Telling the story of the hyperhyped tennis match between 55-year-old “male chauvinist pig” Bobby Riggs and the then reigning queen of tennis, Billie Jean King, this deceptively light documentary catches the casual and systemic sexism of the time, paints a warm, human picture of King and even has the grace to give the publicity hungry Riggs, now long dead, a decent screw.
And the match really was hyped. If you were alive back then there is no way you won’t remember the furore when Riggs, who’d won Wimbledon in 1939 but had long since slipped into obscurity, came out of retirement to make a loud public announcement – the women’s game was feeble, he asserted, and he personally could beat any woman on the planet.
A bracingly direct hustler with a shit-eating grin and an impish eye for the main chance, Riggs is what made the contest such fun back then and is what makes this retelling of the story so enjoyable now. We get some backstory – how Riggs had gone to Wimbledon in 1939, discovered that betting was legal in England and put money on himself to win the singles, doubles and mixed doubles titles. He won. Then we get plenty of cuts of Riggs in the early 1970s – whose second marriage had just broken up thanks to gambling – generating the hoopla that worked the media back then into a perfect storm. Riggs dressed in a series of ludicrous outfits, squiring young attractive women, making loud announcements that it was only obvious that this “broken down old man” could beat any woman, not because he was so great but because they simply weren’t up to much.
We then meet King – a buzzy ball of energy, a big wide smile, lithe. She’s a slighter woman, funnier, sharper, less butch than the King of memory. The end credits tell us that Billie Jean is an executive producer, so there’s initially the suspicion that a slight polishing of the legend is going on. On second thoughts what’s probably happening is that in peeling back the years the documentary is giving us back the bright young powerhouse before she came out as gay and the snide recasting of her image began.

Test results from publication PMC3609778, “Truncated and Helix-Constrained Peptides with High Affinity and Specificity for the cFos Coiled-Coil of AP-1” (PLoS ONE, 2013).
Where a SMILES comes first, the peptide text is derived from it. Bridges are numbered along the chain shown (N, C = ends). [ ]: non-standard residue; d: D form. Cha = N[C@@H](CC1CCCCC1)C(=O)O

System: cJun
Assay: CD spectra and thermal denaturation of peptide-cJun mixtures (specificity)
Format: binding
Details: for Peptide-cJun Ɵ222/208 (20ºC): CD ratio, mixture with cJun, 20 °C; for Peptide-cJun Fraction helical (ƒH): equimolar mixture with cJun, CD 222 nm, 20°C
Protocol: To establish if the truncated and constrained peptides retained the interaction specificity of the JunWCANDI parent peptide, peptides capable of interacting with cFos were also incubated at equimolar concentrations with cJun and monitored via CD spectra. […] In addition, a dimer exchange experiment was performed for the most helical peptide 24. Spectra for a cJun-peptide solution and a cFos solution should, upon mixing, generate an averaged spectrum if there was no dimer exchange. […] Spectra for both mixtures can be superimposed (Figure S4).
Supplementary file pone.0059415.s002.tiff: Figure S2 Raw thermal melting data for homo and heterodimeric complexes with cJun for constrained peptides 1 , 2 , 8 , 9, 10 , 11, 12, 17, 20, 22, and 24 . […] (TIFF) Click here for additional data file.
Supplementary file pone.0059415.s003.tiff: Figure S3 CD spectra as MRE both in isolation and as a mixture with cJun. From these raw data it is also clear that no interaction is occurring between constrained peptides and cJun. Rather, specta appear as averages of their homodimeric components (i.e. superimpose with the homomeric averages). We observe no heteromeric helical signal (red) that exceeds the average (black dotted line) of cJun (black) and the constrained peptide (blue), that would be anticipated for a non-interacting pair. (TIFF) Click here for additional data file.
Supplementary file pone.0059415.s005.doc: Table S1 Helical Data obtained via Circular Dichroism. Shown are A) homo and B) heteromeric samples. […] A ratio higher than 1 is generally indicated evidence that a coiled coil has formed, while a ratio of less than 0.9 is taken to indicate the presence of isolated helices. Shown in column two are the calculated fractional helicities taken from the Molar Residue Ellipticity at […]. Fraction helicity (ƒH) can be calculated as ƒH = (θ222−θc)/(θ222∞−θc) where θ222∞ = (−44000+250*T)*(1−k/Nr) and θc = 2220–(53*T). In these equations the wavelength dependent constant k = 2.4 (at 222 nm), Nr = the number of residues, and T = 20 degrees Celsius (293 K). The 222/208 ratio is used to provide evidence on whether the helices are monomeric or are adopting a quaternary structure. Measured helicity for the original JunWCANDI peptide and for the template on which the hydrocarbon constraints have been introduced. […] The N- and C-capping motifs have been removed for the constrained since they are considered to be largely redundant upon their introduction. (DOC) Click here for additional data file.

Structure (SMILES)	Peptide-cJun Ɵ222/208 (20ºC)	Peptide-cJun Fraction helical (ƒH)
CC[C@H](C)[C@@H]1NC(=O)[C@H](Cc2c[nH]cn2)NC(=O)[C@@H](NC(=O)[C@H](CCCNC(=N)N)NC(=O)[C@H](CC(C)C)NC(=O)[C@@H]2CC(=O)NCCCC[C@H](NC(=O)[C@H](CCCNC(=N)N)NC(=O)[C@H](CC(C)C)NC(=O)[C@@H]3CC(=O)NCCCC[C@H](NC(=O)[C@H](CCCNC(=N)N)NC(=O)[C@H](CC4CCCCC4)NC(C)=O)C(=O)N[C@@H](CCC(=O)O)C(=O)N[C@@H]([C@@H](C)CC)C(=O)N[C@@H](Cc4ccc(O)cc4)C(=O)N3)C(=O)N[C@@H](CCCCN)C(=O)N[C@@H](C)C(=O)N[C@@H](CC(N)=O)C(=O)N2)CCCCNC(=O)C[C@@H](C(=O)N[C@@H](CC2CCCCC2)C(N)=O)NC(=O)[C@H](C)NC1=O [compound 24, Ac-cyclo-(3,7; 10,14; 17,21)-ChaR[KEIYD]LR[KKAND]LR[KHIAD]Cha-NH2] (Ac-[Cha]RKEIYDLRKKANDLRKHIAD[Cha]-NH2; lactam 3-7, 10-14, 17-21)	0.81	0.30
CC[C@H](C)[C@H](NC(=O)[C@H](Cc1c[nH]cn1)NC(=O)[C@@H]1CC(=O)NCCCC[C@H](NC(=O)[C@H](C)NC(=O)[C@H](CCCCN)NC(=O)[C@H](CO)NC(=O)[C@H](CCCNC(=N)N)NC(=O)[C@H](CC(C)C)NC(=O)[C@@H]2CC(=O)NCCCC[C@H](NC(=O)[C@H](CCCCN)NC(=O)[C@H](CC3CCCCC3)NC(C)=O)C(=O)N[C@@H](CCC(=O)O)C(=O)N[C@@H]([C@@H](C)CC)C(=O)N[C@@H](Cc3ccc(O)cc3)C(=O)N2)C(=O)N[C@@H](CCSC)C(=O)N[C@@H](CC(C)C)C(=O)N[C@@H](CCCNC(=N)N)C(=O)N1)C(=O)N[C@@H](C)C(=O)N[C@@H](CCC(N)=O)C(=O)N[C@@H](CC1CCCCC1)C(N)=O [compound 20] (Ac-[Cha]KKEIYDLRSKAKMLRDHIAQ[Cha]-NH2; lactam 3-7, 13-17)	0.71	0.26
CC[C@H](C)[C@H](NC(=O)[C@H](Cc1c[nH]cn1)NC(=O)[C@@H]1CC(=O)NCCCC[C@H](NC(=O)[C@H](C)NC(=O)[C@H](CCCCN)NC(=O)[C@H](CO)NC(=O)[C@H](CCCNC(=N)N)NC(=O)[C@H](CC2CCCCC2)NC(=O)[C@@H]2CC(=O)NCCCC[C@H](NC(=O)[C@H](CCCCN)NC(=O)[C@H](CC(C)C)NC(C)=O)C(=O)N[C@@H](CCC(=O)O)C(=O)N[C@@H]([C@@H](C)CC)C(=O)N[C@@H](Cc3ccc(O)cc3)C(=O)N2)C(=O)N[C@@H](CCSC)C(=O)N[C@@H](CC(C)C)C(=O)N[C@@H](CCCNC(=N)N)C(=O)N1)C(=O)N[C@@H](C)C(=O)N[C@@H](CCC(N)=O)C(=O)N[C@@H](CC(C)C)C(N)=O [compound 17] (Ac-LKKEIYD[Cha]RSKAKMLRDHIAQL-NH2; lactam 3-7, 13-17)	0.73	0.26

For those who don’t remember King, a note. In any discussion of the best women’s tennis players of all time King is always one of the contenders in a pool consisting of three/four people max. End of note.
And then we’re into the heart of the documentary – how Riggs played Margaret Court, then the world’s number one, and beat her. And how King, who had until then declined to play him, then felt duty bound, in the name of all women, to go out and shut this loudmouth up once and for all. Riggs kept coming. “Billie Jean King is one of the all-time tennis greats, she’s one of the superstars… but she doesn’t stand a chance against me, women’s tennis is so far beneath men’s tennis.”
As the game came closer and the press interest increased, the two appeared on countless TV shows and at press conferences together – Riggs winking as he goads King; King twinkling as she goads him back. The two like each other, you can tell. Both seem to be enjoying the lobs, drop shots and electrifying passing shots of verbal play.
The heart of the documentary is actually pulling the sort of hustle Riggs would have been proud of. It’s about how the politically engaged King and a gang of other women – the “nine” – broke away and set up a tour of their own, in an attempt to get prize money parity with the men. How this breakaway group played games anywhere there was a court, how official tennis tried to close them down, how even fellow players such as Margaret Court and Virginia Wade (looking vaguely rueful as they look back in talking-head mode) wouldn’t back them. And how the corner was turned when the cigarette company Virginia Slims (slogan: “You’ve come a long way baby”) started sponsoring them.
The fact that a cigarette company can be the hero in a tale of exploitation and sport pretty much says all that needs to be said about the past being another country.
And then we’re on to the game itself, King v Riggs at the Houston Astrodome 20 September 1973. About which I’m going to say nothing at all, apart from the fact that it is still the most watched tennis match ever in the US and is presented here as a series of grainy fragments.
Did it prove anything about men’s v women’s tennis? The documentary doesn’t go there. Instead The Battle of the Sexes is a historical document bursting with flavour – the shock of bra-burning feminism in an entrenched chauvinist society, a battle played out as a circus stunt with huge symbolic relevance by bright, wise King and canny, roguish Riggs.
© Steve Morrissey 2013